A bull is an intact (i.e., not castrated) adult male of the species Bos taurus (cattle). More muscular and aggressive than the female of the species, the cow, the bull has long been an important symbol in many cultures, and plays a significant role in both beef ranching and dairy farming, and in a variety of other cultural activities.The female counterpart to a bull is a cow, while a male of the species that has been castrated is a steer, ox1 or bullock, although in North America, this last term refers to a young bull, and in Australia to a draught animal. Use of these terms varies considerably with area and dialect. Colloquially, people unfamiliar with cattle may refer to both castrated and intact animals as “bulls”.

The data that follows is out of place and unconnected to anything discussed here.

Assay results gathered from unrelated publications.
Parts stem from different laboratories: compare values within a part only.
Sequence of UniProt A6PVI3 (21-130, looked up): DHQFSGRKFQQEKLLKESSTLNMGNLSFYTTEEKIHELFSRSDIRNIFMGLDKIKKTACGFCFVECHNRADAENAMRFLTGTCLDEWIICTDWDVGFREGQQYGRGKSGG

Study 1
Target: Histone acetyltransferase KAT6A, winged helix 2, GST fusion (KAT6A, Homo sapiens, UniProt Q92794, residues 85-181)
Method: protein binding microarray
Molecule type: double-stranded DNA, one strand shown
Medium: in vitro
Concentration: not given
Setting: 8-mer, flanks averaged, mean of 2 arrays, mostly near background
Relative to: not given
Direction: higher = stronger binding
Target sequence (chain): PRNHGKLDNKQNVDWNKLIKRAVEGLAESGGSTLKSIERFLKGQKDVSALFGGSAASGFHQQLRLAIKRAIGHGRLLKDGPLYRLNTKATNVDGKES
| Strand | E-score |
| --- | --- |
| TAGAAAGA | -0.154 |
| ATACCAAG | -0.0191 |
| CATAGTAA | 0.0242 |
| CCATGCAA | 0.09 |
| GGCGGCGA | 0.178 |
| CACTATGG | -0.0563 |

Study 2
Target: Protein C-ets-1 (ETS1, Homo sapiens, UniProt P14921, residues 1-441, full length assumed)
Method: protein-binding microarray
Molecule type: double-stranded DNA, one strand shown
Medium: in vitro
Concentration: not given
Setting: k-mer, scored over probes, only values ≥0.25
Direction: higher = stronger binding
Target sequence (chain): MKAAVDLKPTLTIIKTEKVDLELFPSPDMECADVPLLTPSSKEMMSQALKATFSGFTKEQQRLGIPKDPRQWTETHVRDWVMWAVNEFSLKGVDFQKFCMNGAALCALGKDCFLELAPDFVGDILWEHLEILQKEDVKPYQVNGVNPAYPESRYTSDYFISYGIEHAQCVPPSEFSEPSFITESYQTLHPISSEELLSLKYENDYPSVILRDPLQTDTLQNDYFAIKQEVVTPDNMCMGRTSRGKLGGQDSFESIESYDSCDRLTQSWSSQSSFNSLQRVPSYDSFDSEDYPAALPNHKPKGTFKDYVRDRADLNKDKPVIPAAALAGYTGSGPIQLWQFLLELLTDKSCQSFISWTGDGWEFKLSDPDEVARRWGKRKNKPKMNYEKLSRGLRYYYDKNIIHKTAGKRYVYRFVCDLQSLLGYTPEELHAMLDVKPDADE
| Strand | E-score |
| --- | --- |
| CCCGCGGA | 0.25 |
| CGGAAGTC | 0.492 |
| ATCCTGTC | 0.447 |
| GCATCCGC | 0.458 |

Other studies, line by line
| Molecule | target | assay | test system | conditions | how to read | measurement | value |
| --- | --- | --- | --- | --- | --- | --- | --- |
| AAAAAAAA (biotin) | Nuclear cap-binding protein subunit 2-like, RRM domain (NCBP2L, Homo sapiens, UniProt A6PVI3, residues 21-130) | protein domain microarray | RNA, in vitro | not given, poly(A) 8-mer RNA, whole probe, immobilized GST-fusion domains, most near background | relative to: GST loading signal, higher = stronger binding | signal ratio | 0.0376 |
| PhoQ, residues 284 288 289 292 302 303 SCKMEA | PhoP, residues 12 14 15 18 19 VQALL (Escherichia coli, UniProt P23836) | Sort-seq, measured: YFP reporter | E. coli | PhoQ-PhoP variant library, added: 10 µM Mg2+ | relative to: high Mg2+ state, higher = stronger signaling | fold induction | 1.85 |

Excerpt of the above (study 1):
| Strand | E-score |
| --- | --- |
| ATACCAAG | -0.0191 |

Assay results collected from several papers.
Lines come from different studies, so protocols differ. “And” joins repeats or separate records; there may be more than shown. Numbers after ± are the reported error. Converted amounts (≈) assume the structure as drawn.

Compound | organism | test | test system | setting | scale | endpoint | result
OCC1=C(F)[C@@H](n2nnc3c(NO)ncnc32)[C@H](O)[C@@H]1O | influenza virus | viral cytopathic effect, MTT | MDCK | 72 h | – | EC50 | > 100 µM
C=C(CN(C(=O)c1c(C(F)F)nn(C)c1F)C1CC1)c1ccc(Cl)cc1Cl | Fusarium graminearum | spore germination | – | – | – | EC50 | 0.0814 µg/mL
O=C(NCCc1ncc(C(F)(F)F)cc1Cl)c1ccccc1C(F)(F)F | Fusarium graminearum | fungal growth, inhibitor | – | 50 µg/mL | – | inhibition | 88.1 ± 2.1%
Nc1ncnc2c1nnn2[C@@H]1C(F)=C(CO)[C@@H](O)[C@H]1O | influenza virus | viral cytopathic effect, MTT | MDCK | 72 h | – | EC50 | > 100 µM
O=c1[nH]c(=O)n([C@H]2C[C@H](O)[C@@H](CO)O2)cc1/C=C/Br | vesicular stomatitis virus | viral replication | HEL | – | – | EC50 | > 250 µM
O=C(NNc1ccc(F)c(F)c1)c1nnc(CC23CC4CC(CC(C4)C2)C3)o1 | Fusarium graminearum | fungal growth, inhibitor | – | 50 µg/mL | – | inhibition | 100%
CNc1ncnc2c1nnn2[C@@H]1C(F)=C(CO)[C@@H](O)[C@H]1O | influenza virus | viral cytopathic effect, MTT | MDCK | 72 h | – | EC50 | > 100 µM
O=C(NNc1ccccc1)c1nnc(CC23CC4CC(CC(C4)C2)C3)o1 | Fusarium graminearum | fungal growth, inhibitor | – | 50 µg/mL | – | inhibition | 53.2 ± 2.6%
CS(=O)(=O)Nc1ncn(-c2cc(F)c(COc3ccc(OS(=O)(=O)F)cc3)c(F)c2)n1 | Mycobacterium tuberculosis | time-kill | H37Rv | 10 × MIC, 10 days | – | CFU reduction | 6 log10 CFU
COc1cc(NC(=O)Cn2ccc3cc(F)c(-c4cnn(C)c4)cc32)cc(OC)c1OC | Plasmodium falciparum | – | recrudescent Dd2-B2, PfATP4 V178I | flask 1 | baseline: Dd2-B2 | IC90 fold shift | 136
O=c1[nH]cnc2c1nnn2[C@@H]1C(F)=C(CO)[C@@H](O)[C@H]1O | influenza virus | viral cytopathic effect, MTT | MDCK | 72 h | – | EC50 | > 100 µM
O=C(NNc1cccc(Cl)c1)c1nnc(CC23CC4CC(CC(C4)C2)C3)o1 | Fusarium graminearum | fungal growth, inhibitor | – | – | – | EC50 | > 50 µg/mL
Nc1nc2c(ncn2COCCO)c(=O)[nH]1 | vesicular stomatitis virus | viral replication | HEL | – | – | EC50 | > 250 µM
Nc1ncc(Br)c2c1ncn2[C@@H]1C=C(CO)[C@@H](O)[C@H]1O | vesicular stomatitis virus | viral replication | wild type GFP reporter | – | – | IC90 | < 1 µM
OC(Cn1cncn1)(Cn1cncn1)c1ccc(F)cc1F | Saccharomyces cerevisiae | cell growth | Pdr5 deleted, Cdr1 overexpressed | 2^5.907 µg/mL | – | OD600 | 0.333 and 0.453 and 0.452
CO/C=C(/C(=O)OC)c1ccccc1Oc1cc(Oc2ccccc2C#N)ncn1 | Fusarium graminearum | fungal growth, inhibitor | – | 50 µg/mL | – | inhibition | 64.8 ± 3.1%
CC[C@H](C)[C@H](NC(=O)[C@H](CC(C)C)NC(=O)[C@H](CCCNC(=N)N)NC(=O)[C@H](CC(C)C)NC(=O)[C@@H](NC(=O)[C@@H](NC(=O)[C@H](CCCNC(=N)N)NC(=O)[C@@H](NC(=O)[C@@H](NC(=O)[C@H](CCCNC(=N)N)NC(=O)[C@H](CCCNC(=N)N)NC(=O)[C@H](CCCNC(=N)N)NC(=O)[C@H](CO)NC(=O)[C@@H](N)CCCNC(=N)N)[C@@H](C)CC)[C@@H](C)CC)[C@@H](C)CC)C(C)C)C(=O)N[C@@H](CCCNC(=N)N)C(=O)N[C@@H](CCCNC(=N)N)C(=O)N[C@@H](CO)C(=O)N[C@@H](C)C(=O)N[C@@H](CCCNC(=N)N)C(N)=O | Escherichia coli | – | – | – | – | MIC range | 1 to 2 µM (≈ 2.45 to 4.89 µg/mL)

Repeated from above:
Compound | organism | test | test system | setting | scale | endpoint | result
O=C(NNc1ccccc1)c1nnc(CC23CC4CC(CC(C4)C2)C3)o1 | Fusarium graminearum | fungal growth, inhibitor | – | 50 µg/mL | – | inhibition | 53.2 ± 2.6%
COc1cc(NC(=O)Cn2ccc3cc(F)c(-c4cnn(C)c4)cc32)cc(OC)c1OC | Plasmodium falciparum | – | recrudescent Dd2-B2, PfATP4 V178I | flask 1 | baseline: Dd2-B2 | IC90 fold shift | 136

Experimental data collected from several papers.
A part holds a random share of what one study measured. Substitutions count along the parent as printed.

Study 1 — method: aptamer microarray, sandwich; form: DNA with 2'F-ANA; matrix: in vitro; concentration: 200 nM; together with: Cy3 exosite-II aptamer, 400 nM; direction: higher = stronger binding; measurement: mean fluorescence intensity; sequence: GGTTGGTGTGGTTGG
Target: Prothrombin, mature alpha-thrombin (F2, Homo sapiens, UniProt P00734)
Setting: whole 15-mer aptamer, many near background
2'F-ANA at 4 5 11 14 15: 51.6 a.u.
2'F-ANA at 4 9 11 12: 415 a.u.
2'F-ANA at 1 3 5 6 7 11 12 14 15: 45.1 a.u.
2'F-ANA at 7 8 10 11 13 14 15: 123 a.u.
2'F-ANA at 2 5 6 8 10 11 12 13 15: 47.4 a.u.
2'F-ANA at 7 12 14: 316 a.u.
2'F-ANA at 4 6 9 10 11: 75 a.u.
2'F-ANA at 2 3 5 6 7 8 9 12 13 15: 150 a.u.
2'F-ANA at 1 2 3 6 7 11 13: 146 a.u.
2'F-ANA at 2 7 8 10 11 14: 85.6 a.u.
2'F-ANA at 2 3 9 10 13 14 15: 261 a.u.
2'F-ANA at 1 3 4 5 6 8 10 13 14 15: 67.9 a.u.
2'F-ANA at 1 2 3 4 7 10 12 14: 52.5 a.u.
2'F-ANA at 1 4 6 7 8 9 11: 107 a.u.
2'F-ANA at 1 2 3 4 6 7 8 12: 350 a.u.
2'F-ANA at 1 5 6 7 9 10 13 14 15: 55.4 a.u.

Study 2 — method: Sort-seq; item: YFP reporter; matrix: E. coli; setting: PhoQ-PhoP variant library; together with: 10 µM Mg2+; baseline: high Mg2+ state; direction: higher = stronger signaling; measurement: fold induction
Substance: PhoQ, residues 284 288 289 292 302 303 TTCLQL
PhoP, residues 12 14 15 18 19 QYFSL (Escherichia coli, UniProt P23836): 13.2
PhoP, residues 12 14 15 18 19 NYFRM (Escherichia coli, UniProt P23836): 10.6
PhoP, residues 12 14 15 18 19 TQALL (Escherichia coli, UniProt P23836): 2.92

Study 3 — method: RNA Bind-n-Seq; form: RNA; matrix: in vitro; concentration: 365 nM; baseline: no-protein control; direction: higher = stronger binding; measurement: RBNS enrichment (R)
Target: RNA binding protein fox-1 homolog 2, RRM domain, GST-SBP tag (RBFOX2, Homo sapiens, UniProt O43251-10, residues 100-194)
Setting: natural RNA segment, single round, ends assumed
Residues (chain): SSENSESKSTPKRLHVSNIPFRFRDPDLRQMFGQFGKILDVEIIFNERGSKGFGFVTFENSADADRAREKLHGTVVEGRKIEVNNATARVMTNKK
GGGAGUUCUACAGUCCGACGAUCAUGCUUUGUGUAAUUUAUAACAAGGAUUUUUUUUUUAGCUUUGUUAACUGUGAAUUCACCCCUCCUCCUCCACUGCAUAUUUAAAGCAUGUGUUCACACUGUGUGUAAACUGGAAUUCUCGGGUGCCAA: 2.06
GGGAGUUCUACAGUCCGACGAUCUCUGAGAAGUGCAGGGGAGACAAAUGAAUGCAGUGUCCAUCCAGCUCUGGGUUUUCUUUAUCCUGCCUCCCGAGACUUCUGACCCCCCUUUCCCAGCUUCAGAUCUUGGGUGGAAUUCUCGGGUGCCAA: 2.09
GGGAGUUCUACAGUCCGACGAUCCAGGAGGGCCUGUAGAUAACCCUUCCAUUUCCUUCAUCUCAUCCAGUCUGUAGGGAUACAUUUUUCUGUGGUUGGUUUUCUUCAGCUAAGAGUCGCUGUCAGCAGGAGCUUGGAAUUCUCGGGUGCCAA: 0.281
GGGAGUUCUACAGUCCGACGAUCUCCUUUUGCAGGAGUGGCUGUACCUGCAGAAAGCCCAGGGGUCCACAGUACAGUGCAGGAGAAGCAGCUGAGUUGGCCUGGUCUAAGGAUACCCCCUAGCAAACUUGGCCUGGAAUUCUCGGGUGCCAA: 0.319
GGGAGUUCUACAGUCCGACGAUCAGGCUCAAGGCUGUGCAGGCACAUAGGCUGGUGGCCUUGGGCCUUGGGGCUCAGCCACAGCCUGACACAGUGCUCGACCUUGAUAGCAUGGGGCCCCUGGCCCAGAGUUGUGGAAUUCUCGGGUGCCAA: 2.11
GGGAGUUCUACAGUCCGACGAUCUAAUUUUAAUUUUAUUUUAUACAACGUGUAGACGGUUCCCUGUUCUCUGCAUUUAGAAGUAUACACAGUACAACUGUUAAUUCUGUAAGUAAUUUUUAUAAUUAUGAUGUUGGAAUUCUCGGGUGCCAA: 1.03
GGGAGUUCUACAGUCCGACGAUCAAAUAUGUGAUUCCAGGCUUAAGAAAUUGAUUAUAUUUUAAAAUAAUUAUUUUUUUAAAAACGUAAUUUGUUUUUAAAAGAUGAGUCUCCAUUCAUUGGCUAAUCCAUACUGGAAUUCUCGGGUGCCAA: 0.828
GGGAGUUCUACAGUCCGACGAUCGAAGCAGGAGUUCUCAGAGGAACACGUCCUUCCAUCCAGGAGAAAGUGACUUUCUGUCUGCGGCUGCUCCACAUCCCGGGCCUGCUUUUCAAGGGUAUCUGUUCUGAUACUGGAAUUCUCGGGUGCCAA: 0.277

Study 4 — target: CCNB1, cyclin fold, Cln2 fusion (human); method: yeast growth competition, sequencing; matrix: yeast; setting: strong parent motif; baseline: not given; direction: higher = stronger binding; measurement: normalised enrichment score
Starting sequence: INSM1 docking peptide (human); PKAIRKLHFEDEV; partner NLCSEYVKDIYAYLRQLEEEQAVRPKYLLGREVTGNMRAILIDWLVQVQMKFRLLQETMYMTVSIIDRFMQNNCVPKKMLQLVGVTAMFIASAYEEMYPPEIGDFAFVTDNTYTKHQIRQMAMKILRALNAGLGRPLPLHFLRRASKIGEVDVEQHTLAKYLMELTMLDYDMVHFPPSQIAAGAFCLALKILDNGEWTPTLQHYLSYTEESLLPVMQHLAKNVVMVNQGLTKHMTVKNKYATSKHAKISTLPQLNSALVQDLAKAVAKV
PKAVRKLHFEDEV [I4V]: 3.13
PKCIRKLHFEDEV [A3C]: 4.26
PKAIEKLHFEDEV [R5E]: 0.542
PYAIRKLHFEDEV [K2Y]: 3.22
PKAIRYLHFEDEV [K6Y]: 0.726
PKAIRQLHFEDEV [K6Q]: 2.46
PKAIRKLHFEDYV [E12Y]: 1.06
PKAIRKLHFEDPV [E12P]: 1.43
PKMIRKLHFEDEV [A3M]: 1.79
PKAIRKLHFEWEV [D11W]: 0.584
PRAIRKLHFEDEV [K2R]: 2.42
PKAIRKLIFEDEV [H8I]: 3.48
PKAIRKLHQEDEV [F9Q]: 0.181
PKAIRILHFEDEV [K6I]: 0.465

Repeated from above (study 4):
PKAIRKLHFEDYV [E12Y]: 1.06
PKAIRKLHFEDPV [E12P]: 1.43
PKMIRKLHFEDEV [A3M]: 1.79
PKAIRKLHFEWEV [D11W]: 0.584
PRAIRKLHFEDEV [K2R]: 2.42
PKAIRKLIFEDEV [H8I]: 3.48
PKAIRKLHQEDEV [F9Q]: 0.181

A wild, young, unmarked bull is known as a micky in Australia. Improper or late castration on a bull results in it becoming a coarse steer, also known as a stag in Australia, Canada, and New Zealand. In some countries, an incompletely castrated male is known also as a rig or ridgling.
The word “bull” also denotes the males of other bovines, including bison and water buffalo, as well as many other species of large animals including elephants, rhinos, seals and walruses, hippos, camels, giraffes, elk, moose, whales, and antelopes.